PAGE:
How to Stop Bleeding During Pregnancy

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Bleeding during pregnancy sends off alarm bells, because it can be a warning sign that you’re having a miscarriage. While you’re right to be high alert, bleeding doesn’t necessarily mean anything’s wrong with your pregnancy. As many as 20 to 30 percent of pregnant women experience bleeding, according to the American Pregnancy Association, and of those women, only one-half have miscarriages. You can’t necessarily stop pregnancy bleeding, but there are some things you can do to help prevent it and to avoid making it worse.

Step 1

Call your health care provider right away if you have bleeding during your second or third trimester. During your first trimester, discuss light bleeding at your next regularly scheduled prenatal visit. If you have heavy bleeding or cramping during the first trimester, call your health care provider right away. Call 911 or go to the emergency room any time you experience sudden heavy bleeding with pain or cramping.

Step 2

Take it easy until you’ve been diagnosed by your doctor. Hold off on exercise or strenuous activities until your appointment. Get plenty of rest and keep hydrated.

Step 3

Avoid intercourse until you’re evaluated by your health care provider. Intercourse increases blood flow to your cervix and can cause spotting or bleeding. Light spotting after intercourse can be normal, and it doesn’t necessarily indicate a problem with your pregnancy.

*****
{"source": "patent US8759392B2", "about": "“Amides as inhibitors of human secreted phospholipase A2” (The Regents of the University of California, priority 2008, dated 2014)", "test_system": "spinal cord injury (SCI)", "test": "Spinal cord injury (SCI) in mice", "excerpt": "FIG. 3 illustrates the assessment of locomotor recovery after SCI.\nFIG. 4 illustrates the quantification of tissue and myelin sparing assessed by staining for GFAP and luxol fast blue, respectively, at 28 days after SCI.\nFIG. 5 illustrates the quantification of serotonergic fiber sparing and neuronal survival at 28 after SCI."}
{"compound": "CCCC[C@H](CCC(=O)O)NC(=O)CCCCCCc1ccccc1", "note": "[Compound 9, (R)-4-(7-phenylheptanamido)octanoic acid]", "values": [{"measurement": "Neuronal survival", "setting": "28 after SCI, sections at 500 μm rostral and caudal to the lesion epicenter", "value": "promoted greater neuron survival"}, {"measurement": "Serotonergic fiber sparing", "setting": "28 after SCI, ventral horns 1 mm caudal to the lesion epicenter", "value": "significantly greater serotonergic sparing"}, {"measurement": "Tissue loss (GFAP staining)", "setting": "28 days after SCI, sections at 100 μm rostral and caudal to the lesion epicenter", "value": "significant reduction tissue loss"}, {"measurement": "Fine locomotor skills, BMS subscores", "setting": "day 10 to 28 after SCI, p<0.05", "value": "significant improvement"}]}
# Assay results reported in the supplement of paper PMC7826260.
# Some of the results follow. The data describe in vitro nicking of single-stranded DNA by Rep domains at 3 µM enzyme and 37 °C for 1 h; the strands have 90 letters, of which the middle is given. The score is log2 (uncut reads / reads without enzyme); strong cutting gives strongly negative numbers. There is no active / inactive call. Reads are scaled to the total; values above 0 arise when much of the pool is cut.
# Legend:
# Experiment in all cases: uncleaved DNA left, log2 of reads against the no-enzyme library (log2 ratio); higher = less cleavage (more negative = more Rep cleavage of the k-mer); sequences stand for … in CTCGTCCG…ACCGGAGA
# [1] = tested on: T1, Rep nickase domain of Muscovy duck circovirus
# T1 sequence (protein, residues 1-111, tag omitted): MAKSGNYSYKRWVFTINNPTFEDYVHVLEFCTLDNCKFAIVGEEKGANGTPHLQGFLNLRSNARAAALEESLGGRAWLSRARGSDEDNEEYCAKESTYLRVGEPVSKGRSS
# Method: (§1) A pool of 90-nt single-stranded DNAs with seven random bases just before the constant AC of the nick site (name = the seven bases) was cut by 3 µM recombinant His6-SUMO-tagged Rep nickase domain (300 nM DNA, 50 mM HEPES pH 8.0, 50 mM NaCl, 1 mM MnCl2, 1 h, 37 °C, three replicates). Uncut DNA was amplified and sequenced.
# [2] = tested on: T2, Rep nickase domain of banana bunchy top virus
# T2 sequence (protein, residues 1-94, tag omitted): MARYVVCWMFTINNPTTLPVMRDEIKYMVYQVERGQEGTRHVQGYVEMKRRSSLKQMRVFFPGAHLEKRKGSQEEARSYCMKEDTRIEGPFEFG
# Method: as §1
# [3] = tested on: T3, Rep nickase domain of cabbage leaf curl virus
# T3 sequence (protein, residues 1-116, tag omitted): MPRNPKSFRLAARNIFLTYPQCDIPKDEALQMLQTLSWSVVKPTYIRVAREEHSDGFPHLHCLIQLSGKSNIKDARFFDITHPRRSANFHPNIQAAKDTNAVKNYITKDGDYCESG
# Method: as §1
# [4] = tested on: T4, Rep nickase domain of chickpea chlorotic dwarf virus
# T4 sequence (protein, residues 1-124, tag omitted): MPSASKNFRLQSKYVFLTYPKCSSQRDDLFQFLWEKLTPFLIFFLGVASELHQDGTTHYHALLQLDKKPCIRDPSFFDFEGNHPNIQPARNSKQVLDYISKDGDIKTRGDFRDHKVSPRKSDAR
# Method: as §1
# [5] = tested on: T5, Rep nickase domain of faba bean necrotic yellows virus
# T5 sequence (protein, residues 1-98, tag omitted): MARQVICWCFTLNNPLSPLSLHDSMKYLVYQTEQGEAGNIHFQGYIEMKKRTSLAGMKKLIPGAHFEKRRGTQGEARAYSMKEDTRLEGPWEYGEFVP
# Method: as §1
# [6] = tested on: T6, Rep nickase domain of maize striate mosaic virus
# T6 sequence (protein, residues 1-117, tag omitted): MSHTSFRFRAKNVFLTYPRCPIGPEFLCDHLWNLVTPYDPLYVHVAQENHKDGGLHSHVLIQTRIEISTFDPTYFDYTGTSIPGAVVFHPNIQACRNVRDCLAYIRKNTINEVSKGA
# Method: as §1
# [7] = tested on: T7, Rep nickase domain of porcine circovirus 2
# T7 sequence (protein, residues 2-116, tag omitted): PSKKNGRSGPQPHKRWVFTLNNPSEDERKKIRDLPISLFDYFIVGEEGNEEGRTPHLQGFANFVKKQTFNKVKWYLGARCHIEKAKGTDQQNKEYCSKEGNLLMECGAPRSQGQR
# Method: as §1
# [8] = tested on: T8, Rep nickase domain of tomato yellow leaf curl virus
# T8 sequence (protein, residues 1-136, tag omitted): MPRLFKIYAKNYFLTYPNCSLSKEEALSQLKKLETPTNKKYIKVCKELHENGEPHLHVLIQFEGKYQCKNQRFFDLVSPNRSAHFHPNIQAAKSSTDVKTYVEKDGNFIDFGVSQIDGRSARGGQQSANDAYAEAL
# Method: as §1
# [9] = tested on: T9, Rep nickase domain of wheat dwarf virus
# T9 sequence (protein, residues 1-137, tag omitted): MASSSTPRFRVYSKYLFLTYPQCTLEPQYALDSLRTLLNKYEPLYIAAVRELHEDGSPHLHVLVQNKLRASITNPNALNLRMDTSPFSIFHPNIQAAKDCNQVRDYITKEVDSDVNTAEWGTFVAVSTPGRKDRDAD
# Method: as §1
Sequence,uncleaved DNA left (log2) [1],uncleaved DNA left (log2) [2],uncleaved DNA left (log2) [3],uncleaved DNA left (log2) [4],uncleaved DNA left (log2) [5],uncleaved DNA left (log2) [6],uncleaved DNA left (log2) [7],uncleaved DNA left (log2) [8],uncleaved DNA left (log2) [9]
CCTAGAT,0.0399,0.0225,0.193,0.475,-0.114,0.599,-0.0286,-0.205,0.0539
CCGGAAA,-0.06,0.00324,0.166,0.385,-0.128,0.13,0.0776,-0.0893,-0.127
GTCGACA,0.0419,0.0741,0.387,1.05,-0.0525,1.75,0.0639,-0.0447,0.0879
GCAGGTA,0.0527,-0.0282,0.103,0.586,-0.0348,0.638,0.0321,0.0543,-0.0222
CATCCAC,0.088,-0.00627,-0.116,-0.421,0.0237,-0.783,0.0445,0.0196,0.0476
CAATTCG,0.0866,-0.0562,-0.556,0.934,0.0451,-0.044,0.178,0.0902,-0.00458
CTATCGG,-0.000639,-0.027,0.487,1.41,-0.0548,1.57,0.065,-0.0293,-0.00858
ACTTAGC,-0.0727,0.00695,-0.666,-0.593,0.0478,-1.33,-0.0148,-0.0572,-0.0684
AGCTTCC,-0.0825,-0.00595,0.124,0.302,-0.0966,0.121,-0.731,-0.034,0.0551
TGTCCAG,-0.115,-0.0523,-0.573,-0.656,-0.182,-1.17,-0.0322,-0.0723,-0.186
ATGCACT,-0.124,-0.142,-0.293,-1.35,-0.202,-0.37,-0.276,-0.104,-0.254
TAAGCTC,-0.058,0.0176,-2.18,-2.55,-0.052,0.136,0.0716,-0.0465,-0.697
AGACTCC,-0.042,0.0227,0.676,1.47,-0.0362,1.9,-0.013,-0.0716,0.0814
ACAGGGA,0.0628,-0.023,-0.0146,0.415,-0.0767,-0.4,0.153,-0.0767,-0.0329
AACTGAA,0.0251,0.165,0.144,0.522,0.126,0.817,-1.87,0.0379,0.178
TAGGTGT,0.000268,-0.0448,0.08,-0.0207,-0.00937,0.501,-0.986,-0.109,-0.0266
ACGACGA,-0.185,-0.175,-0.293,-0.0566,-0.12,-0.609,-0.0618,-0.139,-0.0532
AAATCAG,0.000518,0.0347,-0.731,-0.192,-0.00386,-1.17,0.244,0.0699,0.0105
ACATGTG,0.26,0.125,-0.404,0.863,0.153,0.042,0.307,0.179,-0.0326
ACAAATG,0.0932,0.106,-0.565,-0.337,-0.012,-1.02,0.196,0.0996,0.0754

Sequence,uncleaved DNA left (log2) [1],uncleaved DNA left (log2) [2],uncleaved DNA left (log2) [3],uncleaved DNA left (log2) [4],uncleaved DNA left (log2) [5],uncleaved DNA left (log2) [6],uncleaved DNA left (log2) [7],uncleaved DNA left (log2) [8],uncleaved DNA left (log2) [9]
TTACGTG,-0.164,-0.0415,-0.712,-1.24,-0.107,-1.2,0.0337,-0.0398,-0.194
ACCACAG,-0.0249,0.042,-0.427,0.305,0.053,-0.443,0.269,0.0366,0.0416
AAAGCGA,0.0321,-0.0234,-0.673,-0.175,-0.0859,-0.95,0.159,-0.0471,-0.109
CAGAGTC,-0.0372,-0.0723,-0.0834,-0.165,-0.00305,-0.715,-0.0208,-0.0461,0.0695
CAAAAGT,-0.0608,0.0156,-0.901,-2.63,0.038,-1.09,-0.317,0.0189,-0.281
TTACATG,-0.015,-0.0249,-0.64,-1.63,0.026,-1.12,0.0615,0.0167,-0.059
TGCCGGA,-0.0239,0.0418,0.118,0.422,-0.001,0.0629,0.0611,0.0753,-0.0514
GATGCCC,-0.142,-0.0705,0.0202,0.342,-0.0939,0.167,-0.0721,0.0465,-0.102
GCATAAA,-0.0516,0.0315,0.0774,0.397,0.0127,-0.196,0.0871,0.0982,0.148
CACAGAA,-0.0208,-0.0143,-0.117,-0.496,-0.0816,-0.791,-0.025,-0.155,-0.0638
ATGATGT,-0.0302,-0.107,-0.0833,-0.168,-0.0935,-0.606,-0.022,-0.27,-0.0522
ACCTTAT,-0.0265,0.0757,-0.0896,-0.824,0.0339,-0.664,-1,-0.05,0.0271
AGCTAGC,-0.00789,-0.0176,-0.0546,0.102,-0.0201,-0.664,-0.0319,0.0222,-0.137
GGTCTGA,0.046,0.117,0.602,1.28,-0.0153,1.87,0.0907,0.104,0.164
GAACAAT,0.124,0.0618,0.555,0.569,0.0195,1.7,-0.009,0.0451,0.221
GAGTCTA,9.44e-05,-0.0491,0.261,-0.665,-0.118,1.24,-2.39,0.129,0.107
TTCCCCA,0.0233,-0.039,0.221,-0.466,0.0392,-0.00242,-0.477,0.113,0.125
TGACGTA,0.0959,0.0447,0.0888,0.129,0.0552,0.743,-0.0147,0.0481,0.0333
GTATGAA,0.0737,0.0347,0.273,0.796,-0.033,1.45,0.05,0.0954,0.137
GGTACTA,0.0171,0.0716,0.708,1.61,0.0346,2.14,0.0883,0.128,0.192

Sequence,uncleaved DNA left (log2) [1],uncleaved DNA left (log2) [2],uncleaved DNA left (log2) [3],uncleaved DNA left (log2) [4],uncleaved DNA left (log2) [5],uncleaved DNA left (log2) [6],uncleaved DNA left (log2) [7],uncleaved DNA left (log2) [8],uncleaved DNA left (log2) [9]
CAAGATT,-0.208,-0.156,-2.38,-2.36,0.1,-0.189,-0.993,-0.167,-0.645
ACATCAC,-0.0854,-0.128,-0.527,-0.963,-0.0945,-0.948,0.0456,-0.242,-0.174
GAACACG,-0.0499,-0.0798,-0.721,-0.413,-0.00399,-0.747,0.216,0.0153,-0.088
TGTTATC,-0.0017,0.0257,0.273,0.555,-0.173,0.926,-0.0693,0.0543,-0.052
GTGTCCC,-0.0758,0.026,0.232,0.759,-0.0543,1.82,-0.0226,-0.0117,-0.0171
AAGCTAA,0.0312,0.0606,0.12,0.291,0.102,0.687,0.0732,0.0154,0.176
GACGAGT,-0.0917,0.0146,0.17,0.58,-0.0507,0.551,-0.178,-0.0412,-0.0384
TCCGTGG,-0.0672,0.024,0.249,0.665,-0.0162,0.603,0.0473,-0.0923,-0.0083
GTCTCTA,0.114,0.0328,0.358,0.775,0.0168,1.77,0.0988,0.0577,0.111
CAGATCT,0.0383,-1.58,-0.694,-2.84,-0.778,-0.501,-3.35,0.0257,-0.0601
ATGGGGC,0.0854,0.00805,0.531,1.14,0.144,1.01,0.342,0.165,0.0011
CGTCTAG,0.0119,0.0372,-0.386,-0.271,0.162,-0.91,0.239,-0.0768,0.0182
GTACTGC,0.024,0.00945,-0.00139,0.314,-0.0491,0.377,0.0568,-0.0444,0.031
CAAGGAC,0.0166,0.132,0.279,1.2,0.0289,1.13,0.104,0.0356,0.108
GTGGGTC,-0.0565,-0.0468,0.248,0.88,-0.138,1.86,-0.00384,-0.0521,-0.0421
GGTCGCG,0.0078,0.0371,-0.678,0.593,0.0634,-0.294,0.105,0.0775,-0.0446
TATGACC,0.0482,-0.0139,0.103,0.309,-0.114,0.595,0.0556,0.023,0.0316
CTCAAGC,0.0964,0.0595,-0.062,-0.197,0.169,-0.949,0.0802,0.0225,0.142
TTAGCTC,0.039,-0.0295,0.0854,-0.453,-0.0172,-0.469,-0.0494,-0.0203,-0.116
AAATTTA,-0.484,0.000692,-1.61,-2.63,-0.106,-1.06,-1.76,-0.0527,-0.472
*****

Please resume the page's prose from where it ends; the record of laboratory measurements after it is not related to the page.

Step 4

Use pads so you can tell exactly how much bleeding you’re experiencing. Never use a tampon or other internal device to catch or stop the bleeding because you can introduce bacteria to your cervix or cause mild tissue damage.

Step 5

Eat a healthy diet that consists of plenty of nutrient-rich fruits, vegetables, whole grains and lean proteins. Take your prenatal vitamin each day. Improper nutrition can lead to pregnancy bleeding and miscarriage.

Step 6

Follow your doctor’s exact instructions involving stopping or preventing bleeding. Bleeding can indicate medical conditions like an infection, ectopic pregnancy, cervical changes or a ruptured or detaching placenta. If you’re prescribed bed rest, stay in bed, even if you feel good and aren’t bleeding.

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